Inspired by I Love Dick
“Hold yourself lightly, on your toes, and bend your arms slightly. You want to look like ballerinas, not a bunch of awkward ladies.
Thursday, 10pm, overheated church basement. I sit, covered in sparkles, hair spray, and stage makeup, listening to the director’s notes after the dress rehearsal for a community theatre show. A man, well into his eighties, the former director of the group, stands up in front of everyone, and starts to demonstrate how to be a female chorister. I laugh, internally- there is something inherently comical about an elderly man demonstrating, with complete seriousness, how to behave like a young woman. But this statement and his actions have stuck with me, and now I am angry, for reasons I cannot seem to articulate.
It isn’t that I have a problem with being told how to behave onstage- sometimes it is a lot more comfortable to lean in to being uncharacteristically feminine and flirty in front of an audience than to walk down the street in front of strangers inhabiting my everyday, awkward (“A bunch of awkward ladies”) and painfully clumsy persona. And it wasn’t that it came from a bad place- it was clearly a sincere gesture, intended to make us look good on stage.
My personal experience of reading I Love Dick was surprisingly helpful in understanding this anger, though reading it backstage also earned me a few infuriating comments. The earlier sections of the book are dominated by Sylvere’s mediation of Dick and Chris’s relationship. Their meeting comes by means of Sylvere’s contact, and Sylvere is the one who faxes Dick after they begin their project (44) and who calls Dick to tell him about it (45-47), ensuring that Chris and Dick will see each other again. Though it is not mediation of the same kind, that this man thought he would know better than the entire female chorus, not to mention the female production staff, how to behave like a ballerina, seems to me to be an intense kind of male mediation- an attempt to mediate the audience’s response to this large group of women.
But thinking about male mediation made me angry about a number of other little interactions. The figure of the male defender, someone who will step in on behalf of women, has been bouncing around in my head a lot lately. Last week, I stopped a well intentioned friend from fighting, on behalf of a group of women, to stop his friend’s rudeness and inappropriate conduct, for the (perhaps misguided) reason that I thought I could teach this rude friend, through harsh female words, to respect all women. I also, though, secretly wished that he would step in, just as I have, on many occasions, tried to get my boyfriend to stand up to his friend’s homophobia and non-so-subtle sexism, so that I wouldn’t have to come off as adversarial on a first or second or third encounter with someone new. But I can’t allow those sorts of interventions- even the thought makes me angry at myself. They would compromise my self-perception, my conviction that I always stand up for myself, that I am the person who lost a friend in High School because she thought my intelligence and assertiveness made me too manly, unattractive to the people she really wanted to associate with (not a grave loss for me, in retrospect).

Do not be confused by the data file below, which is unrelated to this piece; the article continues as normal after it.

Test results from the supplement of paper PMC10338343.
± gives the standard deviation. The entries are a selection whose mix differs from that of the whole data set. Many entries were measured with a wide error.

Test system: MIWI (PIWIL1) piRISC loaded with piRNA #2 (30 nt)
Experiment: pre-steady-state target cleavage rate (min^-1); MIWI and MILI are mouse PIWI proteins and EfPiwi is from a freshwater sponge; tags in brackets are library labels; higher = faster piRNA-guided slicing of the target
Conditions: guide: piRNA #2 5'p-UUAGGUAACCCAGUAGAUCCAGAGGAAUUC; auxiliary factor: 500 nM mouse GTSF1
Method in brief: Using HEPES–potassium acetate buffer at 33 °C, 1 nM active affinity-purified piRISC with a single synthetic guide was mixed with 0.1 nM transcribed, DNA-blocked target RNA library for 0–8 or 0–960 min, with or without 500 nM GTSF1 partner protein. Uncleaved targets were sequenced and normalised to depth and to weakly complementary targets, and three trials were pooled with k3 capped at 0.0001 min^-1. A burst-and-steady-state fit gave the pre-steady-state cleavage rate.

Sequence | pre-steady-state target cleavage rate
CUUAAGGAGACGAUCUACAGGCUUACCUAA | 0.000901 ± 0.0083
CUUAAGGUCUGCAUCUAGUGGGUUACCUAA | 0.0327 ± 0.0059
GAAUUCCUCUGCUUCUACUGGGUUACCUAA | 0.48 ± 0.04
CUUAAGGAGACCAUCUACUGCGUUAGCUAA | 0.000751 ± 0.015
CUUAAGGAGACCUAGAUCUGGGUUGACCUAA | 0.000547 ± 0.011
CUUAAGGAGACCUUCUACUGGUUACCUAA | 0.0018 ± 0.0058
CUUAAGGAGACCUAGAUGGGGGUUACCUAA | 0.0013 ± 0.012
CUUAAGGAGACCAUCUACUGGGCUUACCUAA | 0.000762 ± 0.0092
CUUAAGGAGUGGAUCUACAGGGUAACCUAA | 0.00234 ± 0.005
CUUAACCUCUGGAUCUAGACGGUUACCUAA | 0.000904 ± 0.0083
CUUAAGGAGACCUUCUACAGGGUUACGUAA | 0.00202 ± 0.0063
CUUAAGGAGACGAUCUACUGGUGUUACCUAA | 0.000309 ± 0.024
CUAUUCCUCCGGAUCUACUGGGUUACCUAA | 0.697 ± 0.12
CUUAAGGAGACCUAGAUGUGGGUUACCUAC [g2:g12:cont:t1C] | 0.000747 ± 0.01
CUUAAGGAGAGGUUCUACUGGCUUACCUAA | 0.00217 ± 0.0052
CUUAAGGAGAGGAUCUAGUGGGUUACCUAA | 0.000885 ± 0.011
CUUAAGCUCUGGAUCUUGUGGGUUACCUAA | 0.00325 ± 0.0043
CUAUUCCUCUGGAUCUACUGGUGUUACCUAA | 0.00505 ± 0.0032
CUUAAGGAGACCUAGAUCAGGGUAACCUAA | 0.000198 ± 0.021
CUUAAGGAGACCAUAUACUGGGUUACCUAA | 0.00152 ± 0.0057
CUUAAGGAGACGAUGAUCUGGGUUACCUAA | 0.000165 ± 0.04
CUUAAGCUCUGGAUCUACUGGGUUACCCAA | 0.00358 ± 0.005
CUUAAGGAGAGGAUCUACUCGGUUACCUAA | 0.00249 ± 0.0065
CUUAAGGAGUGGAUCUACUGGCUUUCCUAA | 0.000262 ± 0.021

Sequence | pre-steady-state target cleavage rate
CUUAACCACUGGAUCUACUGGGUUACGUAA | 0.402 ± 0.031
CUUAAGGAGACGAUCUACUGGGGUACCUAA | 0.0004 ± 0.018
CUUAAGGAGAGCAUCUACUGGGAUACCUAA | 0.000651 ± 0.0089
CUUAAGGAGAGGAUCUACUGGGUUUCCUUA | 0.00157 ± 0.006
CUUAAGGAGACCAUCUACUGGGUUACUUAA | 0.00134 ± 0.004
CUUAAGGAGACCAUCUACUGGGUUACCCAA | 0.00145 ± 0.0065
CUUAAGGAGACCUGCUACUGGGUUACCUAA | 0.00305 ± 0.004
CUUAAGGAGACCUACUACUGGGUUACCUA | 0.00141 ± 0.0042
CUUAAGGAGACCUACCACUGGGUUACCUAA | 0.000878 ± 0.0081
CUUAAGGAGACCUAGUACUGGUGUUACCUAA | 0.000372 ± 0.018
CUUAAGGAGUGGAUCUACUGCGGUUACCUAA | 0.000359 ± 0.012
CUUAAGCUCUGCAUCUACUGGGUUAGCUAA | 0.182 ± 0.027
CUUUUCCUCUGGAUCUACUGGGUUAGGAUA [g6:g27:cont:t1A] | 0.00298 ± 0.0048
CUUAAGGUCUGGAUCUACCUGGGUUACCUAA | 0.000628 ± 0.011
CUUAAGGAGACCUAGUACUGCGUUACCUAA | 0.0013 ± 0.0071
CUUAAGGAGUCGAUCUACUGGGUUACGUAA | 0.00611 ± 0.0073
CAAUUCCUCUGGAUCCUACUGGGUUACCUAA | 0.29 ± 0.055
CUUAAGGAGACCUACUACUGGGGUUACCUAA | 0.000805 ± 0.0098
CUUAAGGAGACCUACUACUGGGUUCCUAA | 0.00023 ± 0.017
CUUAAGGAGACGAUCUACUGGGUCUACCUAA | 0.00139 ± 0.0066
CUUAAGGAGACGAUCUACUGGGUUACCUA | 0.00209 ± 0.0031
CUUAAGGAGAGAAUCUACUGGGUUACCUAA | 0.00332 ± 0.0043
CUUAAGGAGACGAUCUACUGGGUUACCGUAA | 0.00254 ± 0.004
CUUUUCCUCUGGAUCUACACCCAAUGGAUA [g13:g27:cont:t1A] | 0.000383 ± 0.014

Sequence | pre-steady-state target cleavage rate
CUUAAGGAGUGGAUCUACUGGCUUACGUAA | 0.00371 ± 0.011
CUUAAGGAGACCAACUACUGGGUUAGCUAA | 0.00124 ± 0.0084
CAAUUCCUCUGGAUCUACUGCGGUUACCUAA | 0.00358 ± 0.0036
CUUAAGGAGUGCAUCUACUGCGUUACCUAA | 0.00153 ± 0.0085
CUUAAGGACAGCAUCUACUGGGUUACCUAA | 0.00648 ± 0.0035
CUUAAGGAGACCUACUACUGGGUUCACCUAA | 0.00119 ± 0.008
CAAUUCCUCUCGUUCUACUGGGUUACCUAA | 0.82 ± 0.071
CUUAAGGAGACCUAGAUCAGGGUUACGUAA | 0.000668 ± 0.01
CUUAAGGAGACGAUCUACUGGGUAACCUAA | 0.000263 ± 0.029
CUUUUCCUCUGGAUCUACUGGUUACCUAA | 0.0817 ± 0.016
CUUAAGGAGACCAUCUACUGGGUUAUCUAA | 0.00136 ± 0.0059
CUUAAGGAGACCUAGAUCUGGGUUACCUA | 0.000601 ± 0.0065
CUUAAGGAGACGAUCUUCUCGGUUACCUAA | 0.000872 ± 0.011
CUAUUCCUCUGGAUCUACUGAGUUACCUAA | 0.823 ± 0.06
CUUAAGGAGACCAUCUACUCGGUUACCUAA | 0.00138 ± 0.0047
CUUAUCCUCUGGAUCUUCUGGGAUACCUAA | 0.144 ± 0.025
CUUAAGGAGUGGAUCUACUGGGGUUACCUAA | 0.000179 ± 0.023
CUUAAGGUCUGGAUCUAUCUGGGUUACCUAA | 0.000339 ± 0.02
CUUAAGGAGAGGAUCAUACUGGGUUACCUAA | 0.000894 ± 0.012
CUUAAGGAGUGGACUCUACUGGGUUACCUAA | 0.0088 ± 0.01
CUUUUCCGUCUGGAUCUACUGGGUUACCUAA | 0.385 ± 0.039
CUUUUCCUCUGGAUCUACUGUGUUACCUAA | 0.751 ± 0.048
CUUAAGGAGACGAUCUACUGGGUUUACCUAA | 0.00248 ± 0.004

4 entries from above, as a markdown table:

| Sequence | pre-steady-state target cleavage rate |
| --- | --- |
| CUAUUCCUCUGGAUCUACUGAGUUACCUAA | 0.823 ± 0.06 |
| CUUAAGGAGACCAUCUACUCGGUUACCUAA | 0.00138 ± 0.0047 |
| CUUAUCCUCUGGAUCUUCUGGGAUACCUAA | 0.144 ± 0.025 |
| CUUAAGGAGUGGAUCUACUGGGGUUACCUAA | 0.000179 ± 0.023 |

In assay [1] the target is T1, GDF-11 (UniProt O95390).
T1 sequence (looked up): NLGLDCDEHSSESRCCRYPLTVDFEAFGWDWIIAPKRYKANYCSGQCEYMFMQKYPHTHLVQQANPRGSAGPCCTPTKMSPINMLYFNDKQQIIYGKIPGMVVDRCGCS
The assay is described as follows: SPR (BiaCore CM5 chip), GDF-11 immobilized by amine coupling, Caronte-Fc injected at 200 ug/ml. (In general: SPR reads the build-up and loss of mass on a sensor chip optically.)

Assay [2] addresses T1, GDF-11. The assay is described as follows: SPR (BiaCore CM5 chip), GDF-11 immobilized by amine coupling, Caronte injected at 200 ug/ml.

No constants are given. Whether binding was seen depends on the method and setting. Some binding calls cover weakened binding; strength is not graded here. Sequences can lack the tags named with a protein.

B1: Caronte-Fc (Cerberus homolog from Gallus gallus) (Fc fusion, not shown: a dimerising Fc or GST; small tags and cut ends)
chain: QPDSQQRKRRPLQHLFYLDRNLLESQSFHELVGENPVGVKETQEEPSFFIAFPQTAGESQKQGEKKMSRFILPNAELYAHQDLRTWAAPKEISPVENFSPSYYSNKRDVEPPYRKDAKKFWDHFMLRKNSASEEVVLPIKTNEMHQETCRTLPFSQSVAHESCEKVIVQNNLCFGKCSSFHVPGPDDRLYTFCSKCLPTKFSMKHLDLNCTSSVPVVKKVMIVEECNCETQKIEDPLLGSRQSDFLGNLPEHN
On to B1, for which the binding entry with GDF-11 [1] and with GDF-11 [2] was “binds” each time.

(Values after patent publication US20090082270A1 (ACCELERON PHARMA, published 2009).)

The word mediation has, in general, positive connotations. It implies a move towards resolution, and the end of conflict. I very often act as a mediator, between friends, colleagues, and often people who frighten me beyond belief. There is nothing wrong with bringing on someone from the outside to solve a problem. So it must be the gendered aspect of these mediations that I find infuriating. Are they really, though, even gendered? Or am I being oversensitive and projecting my reading of I Love Dick on to my life? Would those attempted or desired mediations have been so annoying coming from a female friend? Or would a female friend have even tried to intercede?
I’m pretty sure that my reaction to the description of how to behave like a woman (“A bunch of awkward ladies”) was gendered. I’m not so sure, though, if it was the mediation that bothered me, or the fact that he was disparaging awkward ladies… “a bunch of awkward ladies” is, after all, the phrase that really stuck with me, and that keeps refracting through my brain every time I see this man. I find great comfort in being an awkward lady, and I think that it is that unpracticed awkwardness that shapes the way I see the world, so maybe it was just a personal response that to silly little comment.
So now I’m sitting here, trying to decide whether to hit submit on my jumble of thoughts, whether my mess of unanswered questions, oversharing, and messy self-analysis is interesting or, really, relevant. A more apt title would probably be “Confusion”.
-Emily (my apologies for the puntastic old internet handle)